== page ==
One of the questions in the mailbag post from earlier this year was from an Australian named Beau:
What are your thoughts on routine infant circumcision, beneficial procedure or human rights violation?
Here was my answer:
If I take a step back and look at this from first principles, I start by looking up whether the procedure is important for health reasons. When I find out the answer is probably not, it becomes pretty clear that circumcision is nothing other than a primitive, religious practice of genital mutilation that for some reason is common today. It makes no sense, and once we all stop doing it, it’ll seem like an absurd custom of the past. I had friends recently go through this decision with their new baby, and every argument went against circumcision except one: not circumcising their son would make him different than most of the other guys in his world in a part of life where being different can be mortifying, especially as either a little kid being made fun of by his friends or an already-sexually-insecure teenager. They went with circumcision. And I get it. But it makes no sense, aside from the fact that we’re all doing it (at least in the US). Can we just all agree to stop it with new babies?
I got a lot of emails about this answer—some agreeing with me, others criticizing my dismissal as irresponsible or ill-advised. Here was one such email, from a reader named Mike:
As a medical student, I just wanted to mention something about your circumcision mailbag response. I went to Swaziland a couple summers ago for a medical trip, and our primary role there was to circumcise males of all ages. The reason being that Swaziland has the highest rate of HIV in the world, and male circumcision has been shown to decrease the transmission of the virus. Some of my classmates and I have recently submitted a paper for publication on the topic, and we’ve done lots of research about male circumcisions. Below are a few background research papers if you are interested, but they are boring. Here’s the gist:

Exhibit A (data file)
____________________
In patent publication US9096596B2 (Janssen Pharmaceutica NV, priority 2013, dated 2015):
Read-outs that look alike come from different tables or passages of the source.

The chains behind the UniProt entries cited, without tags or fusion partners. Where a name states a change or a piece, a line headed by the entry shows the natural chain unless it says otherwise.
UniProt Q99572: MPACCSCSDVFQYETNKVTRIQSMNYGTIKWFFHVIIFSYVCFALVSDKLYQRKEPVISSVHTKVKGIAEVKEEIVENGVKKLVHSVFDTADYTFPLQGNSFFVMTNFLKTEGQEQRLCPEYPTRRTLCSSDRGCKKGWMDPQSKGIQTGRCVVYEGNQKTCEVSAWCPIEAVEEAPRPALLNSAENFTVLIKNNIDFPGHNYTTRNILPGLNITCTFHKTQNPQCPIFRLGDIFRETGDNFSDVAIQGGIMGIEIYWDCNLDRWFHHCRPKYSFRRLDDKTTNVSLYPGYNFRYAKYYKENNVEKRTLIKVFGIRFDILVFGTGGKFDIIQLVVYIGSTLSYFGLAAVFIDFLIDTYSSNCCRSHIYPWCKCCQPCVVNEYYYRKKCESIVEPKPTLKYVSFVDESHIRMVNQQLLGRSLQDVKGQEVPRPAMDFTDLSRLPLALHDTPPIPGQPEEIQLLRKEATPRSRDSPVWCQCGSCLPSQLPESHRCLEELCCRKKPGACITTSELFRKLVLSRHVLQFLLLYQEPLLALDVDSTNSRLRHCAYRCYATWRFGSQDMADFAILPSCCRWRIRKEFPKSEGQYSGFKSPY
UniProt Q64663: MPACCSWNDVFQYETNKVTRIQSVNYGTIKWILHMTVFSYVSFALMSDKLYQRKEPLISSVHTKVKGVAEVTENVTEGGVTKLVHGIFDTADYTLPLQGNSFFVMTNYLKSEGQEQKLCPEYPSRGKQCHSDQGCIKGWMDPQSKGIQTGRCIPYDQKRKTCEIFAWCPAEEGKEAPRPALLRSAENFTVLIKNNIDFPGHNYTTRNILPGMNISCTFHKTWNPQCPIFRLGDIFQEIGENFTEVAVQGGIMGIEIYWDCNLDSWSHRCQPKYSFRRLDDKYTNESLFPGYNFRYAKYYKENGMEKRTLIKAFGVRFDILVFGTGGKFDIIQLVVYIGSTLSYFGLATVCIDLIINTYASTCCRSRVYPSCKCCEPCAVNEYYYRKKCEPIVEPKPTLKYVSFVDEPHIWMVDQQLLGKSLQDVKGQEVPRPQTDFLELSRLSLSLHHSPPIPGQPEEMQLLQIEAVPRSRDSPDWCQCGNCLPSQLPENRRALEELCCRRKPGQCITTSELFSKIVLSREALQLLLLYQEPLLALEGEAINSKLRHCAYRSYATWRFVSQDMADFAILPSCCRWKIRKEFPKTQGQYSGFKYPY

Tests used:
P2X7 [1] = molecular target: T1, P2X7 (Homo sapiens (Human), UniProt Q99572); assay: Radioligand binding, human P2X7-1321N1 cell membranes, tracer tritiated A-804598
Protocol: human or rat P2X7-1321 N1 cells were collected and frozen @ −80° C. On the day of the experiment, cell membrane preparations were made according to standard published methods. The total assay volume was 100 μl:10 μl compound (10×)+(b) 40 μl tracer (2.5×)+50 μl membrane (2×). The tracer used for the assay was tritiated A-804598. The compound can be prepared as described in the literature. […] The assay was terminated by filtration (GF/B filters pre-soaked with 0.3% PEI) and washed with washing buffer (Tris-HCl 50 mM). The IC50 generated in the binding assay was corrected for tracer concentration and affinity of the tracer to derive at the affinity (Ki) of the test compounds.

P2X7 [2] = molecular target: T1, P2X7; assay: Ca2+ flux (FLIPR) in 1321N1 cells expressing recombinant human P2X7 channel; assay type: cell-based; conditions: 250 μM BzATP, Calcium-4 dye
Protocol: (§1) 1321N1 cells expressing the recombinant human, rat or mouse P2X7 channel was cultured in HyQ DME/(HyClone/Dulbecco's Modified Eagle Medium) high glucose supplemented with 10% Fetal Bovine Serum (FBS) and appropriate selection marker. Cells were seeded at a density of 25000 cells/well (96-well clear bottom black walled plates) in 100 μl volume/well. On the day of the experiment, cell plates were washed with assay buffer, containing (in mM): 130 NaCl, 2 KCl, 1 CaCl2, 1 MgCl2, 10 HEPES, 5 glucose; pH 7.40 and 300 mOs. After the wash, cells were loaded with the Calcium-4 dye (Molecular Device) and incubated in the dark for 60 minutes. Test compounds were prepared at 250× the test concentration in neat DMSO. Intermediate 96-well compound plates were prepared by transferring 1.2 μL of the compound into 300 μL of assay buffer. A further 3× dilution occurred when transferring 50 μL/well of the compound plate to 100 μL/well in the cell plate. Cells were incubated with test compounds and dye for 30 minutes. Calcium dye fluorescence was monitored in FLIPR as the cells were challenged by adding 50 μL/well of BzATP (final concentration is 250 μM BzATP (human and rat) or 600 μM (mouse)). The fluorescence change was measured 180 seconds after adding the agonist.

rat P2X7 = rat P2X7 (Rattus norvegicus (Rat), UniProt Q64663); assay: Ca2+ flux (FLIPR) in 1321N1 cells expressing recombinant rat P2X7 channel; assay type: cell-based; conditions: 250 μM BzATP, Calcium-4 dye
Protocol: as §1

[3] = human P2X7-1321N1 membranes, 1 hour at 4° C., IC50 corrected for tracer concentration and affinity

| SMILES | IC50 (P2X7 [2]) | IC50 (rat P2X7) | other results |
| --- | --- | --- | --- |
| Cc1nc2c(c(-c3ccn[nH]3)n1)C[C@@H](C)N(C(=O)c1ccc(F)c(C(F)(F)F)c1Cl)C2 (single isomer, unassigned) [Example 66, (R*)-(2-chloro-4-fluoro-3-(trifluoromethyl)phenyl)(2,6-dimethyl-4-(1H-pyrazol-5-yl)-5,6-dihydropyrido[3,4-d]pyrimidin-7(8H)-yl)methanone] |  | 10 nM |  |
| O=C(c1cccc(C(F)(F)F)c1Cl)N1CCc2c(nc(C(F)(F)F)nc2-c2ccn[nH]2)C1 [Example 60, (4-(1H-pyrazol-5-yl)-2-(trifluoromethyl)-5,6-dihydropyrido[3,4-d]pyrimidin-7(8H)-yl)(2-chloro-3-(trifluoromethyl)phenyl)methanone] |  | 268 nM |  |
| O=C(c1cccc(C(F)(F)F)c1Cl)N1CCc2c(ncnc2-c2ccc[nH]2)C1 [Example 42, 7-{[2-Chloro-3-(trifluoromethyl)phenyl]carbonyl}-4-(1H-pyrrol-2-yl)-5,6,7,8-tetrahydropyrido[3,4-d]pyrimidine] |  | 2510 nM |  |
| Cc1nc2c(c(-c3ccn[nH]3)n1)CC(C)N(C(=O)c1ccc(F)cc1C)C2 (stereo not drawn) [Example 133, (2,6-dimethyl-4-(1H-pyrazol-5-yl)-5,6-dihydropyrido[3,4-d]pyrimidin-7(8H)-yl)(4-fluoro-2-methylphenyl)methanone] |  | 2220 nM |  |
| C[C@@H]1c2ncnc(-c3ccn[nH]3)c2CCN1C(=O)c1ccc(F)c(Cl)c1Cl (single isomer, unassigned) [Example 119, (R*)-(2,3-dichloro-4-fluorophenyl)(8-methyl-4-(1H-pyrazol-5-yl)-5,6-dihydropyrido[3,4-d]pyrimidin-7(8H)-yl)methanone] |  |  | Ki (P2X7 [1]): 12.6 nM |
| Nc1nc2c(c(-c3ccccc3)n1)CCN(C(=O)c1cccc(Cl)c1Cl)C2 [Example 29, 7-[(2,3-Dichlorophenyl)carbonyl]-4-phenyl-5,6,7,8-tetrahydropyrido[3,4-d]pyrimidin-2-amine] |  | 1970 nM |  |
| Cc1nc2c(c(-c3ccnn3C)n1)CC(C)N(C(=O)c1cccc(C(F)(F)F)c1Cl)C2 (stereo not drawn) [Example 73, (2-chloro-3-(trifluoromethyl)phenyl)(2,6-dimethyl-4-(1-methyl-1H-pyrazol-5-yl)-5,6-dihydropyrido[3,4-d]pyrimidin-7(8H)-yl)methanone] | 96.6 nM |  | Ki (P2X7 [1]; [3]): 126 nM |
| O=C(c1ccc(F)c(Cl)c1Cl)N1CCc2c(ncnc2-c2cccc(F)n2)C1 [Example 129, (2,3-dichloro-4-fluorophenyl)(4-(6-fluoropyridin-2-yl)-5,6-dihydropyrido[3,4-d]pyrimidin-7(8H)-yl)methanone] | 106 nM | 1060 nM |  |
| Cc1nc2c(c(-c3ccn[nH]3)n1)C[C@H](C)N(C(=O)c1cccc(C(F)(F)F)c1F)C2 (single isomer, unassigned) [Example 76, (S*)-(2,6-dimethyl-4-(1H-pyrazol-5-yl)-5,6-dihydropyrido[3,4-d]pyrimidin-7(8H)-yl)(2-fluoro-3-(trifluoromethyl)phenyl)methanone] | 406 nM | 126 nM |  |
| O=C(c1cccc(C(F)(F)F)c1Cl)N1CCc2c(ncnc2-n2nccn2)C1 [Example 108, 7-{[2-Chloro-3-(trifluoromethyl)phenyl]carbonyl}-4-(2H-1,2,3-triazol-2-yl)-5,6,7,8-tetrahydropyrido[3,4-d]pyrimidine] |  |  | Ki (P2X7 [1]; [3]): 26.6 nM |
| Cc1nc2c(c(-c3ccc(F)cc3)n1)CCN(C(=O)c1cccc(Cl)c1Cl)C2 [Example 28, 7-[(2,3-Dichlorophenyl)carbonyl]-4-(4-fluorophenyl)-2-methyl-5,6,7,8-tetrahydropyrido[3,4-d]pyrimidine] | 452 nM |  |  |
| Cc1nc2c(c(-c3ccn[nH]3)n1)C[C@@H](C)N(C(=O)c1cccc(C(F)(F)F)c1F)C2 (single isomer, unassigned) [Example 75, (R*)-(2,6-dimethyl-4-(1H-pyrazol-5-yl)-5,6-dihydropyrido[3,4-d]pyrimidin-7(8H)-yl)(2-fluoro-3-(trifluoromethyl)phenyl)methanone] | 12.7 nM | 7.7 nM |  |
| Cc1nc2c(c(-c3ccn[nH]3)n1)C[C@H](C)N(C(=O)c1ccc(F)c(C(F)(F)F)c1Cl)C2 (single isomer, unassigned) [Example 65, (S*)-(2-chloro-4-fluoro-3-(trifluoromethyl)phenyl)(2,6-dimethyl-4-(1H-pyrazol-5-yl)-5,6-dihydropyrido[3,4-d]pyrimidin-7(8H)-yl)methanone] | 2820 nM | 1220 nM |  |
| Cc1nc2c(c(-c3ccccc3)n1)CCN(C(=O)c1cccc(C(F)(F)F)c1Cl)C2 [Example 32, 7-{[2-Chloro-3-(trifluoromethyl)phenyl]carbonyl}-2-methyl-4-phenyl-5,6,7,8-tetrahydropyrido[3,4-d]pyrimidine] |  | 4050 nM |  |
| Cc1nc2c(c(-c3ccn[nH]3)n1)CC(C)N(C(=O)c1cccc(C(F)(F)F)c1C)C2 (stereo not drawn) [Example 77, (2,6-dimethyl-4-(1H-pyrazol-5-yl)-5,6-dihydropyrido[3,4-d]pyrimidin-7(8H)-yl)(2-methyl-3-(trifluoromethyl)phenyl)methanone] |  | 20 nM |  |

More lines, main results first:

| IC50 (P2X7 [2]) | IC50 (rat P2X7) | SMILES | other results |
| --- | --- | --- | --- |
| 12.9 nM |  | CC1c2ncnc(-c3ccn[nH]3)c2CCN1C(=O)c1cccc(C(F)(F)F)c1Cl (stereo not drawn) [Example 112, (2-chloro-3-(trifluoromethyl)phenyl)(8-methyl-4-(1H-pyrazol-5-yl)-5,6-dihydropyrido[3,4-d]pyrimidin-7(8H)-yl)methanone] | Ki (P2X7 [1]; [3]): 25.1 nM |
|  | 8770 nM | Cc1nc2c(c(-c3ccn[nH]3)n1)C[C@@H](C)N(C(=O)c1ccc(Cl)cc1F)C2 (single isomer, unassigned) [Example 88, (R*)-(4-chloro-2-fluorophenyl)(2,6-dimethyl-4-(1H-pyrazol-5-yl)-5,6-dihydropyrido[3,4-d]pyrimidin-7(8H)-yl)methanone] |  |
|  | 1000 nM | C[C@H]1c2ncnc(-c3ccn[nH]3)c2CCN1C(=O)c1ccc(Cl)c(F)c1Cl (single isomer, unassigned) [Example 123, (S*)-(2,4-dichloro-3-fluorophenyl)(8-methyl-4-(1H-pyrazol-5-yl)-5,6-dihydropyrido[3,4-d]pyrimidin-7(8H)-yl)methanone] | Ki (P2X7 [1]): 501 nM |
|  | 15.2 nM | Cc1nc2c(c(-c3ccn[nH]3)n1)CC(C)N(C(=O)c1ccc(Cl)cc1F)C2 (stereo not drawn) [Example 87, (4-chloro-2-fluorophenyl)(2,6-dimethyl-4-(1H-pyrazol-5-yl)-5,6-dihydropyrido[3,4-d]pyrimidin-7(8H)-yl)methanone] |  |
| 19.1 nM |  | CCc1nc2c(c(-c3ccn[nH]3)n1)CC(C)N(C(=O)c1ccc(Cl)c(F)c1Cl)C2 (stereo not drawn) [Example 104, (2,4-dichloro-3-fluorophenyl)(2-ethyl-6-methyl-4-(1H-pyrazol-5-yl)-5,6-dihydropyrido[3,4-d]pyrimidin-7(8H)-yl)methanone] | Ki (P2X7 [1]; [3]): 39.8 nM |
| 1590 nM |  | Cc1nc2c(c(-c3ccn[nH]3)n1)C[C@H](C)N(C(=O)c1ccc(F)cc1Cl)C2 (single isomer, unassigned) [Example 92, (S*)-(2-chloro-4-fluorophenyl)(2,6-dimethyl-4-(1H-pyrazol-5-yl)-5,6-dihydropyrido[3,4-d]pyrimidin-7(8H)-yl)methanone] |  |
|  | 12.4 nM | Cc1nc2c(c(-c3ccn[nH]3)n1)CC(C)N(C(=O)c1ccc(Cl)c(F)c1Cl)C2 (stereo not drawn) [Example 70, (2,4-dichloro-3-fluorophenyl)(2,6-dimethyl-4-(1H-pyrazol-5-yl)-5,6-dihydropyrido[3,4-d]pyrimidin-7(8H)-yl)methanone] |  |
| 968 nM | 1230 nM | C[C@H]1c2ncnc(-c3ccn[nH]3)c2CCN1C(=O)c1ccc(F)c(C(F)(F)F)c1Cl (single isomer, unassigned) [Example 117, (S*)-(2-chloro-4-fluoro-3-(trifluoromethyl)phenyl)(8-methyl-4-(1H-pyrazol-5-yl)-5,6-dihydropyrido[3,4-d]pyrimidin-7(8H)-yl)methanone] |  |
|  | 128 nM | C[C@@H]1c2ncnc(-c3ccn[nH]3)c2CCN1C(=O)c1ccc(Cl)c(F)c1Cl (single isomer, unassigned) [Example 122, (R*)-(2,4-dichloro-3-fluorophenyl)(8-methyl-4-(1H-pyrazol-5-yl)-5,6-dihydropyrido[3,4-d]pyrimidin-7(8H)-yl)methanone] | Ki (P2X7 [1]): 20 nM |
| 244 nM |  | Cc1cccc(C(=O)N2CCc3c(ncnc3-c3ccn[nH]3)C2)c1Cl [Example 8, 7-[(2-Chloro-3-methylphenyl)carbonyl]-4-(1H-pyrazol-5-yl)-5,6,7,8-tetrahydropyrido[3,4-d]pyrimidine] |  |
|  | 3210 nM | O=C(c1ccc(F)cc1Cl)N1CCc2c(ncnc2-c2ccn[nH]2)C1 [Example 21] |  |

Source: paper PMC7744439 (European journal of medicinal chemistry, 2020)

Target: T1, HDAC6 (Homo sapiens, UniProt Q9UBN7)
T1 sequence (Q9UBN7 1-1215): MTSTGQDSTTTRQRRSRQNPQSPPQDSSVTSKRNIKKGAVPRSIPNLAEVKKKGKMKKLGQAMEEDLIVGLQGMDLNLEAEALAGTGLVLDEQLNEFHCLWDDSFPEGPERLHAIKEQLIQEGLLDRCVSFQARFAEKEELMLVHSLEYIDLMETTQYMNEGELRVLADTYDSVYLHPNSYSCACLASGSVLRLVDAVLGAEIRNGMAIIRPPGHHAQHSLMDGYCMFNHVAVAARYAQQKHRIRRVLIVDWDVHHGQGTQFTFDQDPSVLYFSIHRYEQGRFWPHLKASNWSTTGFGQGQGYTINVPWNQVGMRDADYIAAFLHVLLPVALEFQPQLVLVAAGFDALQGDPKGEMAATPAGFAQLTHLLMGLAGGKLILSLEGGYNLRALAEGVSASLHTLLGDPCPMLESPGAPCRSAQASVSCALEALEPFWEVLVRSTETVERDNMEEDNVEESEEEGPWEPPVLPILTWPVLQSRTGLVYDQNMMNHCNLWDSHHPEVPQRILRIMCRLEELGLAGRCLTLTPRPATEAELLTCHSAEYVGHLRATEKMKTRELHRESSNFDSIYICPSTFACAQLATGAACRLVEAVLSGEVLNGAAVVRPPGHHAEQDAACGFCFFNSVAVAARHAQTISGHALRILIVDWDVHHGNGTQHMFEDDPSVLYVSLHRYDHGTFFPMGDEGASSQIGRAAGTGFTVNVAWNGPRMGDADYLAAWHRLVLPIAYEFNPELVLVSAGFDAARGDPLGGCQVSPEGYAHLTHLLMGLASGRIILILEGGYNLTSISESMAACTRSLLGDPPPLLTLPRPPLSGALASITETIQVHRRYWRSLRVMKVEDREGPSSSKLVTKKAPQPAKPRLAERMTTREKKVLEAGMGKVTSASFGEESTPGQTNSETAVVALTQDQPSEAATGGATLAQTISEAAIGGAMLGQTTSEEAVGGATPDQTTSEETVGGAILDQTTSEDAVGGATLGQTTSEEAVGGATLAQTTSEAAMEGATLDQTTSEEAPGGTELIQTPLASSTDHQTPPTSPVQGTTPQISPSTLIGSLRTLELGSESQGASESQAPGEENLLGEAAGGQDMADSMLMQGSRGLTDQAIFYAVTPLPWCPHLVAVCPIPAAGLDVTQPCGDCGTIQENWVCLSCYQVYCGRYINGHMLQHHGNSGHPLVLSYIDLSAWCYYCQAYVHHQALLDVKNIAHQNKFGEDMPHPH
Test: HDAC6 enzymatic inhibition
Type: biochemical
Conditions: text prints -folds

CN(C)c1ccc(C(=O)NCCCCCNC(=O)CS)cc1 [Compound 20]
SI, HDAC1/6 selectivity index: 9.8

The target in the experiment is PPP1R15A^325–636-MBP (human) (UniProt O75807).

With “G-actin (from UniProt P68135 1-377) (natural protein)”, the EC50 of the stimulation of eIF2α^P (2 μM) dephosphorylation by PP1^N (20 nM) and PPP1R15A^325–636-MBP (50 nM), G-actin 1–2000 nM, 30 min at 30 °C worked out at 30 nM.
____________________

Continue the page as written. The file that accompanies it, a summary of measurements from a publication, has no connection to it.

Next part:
This week, I was reminded of the topic when I read an article written by Alison Block, a Jewish mother/doctor—one who has performed many circumcisions herself—about why she and her husband have decided not to circumcise their soon-to-be-born son. Here’s an excerpt:
When I became a family doctor, I performed dozens of circumcisions during my residency training. The procedure was straightforward and seemingly not very painful to the baby.
The parents in the room were self-selecting—the too-emotional moms and fainting-prone dads would stay in their hospital rooms, but some parents, the curious or the overbearing, would stand next to me, watching as I took their sons’ cosmetic genital fate into my hands. Some babies cried, and some did not, and the whole procedure took five minutes, ending with a grand reveal of the shiny new genitalia, a giant gob of Vaseline, and a sheet of paper about aftercare.
The question of whether or not to circumcise was not one I had ever heard discussed before I moved to Northern California, where I began to interface with “intactivists” dressed up in foreskinned penis costumes at farmers’ markets. Before I had children, the controversy over neonatal foreskin removal, like most mommy wars, seemed a bit silly and over-hyped. Kids are resilient, they won’t remember it anyway, what’s the big deal?